1. Time! All good things must mature, like cheese, meat, wine, soap and books. I leave a finished manuscript fermenting for at least 3 months, better is 6 months, or several weeks for a short story, article or essay. Work on something entirely different and have breaks in the meantime. Not easy with all the pressure and impatience out there, but so worth it. One’s own writing will look fresh and strange, as if written by someone else, and will be way easier to edit.

    No multitasking! Never begin editing while still writing, never write while editing, just take notes on what you plan to add later in case something is missing. Writing and editing shouldn’t happen on the same day, not even with a break in between.

    Write out first drafts entirely in longhand! I write in a notebook for weeks on end before I go about copy-typing a few chapters into the computer, which will be automatically a first editing round. No distraction, no seemingly “urgent” stuff coming in, deeper and slower thinking, no research while writing, less tiring physically and mentally. Go back to notebooks if you have to rewrite longer passages after editing. — Thank you Paperblanks for such great notebooks! Life is so much better since I use them.

    Ergonomy tips for copy-typing from a notebook: use those with elastic instead of magnetic closures, as the flaps get into the way (alas, I love these too, so I use them anyway, but rather for research and outlining, all things I don’t need to put on screen later). Write upside down on the page that will be farther away from the computer, so you can flip the notebook around instead of distorting your neck while typing.

    • Hi Ursula,

      Thank you for such a thoughtful reply! Leaving your draft for a few months is an excellent tip. Whether it matured well with age (like a fine wine) or comes off as a bit of a stinker (like some cheese), at least you’ve had the benefit of the added perspective that comes from distance and time.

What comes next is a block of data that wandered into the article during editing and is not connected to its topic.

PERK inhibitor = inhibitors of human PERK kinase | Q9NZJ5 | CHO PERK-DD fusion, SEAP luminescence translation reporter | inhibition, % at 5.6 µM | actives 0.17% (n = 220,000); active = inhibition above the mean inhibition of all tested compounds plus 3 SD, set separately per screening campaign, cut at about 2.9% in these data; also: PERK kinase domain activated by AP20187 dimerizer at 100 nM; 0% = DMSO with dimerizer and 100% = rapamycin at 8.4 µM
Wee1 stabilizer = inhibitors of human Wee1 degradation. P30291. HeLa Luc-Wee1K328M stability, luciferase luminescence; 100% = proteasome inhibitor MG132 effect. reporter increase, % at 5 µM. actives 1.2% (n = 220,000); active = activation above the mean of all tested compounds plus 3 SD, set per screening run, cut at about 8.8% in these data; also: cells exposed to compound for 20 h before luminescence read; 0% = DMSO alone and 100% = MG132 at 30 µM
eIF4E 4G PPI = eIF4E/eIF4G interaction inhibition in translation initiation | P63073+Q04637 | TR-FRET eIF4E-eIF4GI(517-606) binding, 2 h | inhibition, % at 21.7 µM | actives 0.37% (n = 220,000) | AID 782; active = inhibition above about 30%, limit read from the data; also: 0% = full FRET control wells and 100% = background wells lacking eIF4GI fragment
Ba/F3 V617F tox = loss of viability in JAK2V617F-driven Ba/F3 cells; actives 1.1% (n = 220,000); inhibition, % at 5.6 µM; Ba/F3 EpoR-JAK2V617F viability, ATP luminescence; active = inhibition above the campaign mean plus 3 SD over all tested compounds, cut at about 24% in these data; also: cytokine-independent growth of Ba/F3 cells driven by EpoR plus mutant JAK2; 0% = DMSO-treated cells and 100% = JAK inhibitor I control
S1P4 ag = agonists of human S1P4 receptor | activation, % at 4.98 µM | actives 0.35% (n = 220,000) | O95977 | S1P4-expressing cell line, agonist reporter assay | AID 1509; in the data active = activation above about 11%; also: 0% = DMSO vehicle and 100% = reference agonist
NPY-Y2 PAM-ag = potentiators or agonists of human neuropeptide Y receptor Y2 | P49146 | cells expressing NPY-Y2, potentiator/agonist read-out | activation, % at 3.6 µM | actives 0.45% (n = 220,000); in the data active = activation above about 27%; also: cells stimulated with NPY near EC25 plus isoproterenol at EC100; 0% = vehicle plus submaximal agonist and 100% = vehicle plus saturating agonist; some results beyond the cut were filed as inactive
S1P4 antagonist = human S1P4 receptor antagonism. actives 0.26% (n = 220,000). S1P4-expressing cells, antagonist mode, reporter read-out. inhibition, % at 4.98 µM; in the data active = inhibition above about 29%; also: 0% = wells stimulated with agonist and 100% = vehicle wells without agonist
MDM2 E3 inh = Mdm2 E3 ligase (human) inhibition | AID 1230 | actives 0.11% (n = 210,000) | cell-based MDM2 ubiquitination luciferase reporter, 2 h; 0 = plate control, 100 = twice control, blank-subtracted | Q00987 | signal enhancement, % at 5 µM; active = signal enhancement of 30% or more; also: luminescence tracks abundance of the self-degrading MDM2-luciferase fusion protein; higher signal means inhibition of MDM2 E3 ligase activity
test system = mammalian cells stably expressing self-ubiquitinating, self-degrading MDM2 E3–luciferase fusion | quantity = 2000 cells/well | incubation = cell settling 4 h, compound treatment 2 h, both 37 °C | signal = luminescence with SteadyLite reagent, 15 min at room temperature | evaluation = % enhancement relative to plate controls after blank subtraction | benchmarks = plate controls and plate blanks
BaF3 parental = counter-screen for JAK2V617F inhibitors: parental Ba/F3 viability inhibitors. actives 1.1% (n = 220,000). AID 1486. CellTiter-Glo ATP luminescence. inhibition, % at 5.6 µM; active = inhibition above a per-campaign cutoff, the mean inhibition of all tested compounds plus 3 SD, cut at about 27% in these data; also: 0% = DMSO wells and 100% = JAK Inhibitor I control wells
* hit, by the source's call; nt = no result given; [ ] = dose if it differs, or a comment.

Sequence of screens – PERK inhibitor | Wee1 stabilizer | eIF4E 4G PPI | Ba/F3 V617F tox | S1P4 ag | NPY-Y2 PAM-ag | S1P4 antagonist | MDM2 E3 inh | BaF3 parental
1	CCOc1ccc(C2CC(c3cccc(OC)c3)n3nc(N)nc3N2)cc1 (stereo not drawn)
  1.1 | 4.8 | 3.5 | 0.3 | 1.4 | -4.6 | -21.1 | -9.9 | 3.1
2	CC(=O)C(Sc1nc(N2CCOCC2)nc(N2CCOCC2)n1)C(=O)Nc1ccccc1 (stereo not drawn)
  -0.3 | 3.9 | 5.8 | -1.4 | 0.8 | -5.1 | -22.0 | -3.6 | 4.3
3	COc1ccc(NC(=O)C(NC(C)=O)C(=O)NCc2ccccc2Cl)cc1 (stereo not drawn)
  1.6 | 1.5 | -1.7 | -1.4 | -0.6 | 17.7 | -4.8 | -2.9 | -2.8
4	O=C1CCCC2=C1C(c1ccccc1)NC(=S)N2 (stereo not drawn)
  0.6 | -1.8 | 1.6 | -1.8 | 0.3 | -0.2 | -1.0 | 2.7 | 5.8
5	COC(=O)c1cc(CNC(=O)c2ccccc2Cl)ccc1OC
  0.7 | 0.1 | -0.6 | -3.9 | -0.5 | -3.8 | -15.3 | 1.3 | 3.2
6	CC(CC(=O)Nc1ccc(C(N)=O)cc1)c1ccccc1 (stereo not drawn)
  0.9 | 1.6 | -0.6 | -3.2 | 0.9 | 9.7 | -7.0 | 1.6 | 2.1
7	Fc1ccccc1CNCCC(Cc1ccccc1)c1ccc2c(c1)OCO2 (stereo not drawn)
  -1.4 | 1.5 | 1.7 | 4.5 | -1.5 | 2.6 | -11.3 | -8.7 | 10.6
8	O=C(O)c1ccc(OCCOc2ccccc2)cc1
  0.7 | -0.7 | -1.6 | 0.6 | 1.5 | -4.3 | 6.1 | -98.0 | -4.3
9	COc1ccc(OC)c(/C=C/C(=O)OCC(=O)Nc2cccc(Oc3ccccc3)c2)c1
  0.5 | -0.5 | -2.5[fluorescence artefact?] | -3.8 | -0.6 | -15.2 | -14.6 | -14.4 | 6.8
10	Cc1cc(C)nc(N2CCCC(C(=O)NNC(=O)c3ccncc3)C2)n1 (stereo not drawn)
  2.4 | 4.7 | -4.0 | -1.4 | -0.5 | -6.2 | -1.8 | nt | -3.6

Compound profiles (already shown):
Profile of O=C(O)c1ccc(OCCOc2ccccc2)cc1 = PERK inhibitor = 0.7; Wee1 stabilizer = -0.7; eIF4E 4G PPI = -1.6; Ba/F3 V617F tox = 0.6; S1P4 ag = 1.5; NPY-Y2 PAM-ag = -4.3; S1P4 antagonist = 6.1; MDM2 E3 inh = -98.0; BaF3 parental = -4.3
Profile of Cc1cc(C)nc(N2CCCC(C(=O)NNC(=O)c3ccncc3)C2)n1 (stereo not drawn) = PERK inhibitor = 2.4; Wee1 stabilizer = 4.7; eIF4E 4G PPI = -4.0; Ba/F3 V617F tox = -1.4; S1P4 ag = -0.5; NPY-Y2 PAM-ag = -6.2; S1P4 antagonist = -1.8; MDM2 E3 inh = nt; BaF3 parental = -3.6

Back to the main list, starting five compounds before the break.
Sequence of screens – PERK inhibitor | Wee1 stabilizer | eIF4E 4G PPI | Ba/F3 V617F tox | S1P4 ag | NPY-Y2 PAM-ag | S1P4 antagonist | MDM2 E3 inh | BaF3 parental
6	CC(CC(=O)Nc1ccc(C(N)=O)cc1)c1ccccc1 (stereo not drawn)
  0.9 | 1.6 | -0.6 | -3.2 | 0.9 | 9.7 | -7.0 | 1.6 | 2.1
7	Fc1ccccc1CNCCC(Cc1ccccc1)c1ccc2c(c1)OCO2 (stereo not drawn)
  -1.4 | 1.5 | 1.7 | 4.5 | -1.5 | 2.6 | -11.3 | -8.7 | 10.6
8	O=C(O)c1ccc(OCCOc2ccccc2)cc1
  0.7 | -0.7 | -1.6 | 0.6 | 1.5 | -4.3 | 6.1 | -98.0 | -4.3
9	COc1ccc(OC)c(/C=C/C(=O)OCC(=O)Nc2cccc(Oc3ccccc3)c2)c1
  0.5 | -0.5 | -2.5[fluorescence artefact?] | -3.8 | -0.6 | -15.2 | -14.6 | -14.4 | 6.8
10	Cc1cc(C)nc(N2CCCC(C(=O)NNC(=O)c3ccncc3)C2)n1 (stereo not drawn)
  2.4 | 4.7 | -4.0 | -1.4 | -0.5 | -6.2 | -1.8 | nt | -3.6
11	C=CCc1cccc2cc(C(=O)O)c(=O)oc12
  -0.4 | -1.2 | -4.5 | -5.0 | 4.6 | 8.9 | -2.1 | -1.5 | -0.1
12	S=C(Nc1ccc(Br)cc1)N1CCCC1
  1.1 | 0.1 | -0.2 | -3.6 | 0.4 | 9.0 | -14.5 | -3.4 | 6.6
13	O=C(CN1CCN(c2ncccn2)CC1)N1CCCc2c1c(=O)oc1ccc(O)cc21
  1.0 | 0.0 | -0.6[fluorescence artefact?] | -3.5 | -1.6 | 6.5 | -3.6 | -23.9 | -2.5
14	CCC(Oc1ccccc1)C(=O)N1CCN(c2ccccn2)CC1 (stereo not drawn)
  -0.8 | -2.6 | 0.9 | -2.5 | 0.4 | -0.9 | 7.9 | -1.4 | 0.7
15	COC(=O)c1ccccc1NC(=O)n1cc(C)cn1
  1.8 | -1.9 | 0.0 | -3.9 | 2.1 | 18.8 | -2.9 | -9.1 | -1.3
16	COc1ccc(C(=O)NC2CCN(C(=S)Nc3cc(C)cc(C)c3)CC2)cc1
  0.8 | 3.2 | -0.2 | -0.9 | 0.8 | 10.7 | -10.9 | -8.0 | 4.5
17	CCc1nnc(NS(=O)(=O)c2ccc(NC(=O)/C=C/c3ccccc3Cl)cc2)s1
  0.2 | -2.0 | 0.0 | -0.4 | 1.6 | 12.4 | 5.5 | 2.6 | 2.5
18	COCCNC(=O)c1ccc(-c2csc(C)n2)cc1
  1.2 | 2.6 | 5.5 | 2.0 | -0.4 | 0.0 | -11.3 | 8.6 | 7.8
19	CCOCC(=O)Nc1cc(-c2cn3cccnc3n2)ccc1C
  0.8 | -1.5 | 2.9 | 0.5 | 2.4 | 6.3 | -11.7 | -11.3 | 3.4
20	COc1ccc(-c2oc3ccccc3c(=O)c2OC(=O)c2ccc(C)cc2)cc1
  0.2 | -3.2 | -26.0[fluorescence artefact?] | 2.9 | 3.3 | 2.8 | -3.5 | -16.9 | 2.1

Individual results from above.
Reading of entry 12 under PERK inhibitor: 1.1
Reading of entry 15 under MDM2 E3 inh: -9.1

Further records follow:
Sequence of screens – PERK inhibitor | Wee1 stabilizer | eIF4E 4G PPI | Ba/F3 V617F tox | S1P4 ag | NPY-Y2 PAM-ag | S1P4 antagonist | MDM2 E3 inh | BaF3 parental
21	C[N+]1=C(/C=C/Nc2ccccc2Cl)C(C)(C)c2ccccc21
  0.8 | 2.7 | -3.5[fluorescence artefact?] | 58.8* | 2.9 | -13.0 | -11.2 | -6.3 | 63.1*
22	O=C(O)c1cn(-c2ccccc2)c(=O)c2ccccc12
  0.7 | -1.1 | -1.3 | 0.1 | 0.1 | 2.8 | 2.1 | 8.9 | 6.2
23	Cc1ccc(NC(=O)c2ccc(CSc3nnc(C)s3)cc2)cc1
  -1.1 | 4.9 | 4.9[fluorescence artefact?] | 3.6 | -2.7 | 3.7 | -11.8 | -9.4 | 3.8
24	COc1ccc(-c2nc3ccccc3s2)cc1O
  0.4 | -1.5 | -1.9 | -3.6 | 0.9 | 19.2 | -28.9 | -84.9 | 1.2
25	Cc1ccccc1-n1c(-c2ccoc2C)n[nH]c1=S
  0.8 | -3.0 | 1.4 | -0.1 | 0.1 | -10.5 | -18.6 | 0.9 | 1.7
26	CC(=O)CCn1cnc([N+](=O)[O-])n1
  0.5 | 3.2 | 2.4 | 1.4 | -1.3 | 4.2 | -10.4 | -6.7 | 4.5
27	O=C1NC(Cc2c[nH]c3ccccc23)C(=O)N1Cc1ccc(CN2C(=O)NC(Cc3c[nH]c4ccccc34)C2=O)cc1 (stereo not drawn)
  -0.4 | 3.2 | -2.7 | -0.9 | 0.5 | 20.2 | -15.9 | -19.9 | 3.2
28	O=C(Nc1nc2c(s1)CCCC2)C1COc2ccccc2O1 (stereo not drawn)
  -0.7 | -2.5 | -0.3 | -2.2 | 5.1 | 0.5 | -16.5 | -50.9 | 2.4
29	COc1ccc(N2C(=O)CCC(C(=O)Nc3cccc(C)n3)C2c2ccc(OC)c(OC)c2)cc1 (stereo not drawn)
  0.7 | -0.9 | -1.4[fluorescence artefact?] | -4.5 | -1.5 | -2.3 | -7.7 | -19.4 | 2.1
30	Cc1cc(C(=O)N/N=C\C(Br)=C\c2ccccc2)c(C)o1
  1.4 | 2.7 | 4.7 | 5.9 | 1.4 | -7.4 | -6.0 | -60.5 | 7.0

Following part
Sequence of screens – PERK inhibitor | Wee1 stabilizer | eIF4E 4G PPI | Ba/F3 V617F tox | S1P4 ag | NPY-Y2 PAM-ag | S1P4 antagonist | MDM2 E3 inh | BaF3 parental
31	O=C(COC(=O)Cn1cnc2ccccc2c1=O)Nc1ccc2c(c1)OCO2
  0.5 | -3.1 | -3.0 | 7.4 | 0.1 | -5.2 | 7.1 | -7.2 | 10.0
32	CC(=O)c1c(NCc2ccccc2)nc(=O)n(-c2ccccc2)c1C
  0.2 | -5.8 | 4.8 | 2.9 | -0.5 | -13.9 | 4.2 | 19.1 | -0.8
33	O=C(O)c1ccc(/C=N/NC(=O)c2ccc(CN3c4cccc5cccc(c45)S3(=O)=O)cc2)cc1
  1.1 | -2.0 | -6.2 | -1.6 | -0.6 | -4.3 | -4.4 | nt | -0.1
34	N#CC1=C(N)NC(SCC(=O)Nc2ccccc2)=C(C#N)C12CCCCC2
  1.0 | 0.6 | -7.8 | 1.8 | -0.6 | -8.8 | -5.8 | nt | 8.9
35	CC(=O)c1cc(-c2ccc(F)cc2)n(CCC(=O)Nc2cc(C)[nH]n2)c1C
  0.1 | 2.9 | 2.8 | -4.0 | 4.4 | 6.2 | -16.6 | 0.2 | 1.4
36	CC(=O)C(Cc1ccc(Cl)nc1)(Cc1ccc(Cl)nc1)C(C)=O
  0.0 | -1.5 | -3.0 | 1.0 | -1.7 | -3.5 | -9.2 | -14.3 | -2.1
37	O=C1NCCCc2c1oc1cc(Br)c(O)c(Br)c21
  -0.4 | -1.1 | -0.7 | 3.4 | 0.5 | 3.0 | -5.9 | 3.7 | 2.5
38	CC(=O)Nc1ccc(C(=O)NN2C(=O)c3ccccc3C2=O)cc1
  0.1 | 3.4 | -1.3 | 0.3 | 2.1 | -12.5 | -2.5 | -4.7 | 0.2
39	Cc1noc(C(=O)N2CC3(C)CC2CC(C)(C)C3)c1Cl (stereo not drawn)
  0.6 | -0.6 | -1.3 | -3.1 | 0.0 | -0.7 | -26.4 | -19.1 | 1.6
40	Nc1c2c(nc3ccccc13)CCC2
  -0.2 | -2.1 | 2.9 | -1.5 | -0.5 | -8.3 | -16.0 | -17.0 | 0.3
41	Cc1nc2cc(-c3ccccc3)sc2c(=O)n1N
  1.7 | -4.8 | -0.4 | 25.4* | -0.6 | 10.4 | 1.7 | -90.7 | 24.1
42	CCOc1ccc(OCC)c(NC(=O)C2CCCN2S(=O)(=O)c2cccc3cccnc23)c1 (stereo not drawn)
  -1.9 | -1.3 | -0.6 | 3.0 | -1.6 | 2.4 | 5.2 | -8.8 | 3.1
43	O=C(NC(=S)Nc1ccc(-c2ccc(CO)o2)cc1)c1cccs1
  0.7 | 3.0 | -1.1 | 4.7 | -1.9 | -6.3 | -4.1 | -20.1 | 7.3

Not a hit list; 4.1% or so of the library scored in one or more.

And your suggestions for transcribing your rough notes to the computer are great! We never thought about how the different journal closures would play a role, but we’re glad you found a Paperblanks journal that fits your writing style. We’ll have to try out the “upside down” writing, too 🙂

      The Paperblanks Team

  2. Thanks, Paperblanks Team!
    Taking time is such a no-brainer indeed that I hesitated even to mention it. But since the internet, people tend to forget that almost nothing is really urgent. Oh, and never underestimate stinking cheese, we have different noses here in Switzerland. Maybe it’s the same with salmon in Canada?, but I don’t know about that.

    I certainly found more than one Paperblanks journal, lol – I’m using 14 of them simultaneously at the moment (plus some from other brands, I admit), and have quite a few empty ones waiting in the pipeline. Love them all! I want to break into tears whenever I get to the last page, because it’s suddenly no longer a daily companion… But still beautiful anyway.

    Have fun with writing upside down. Cheers, Ursula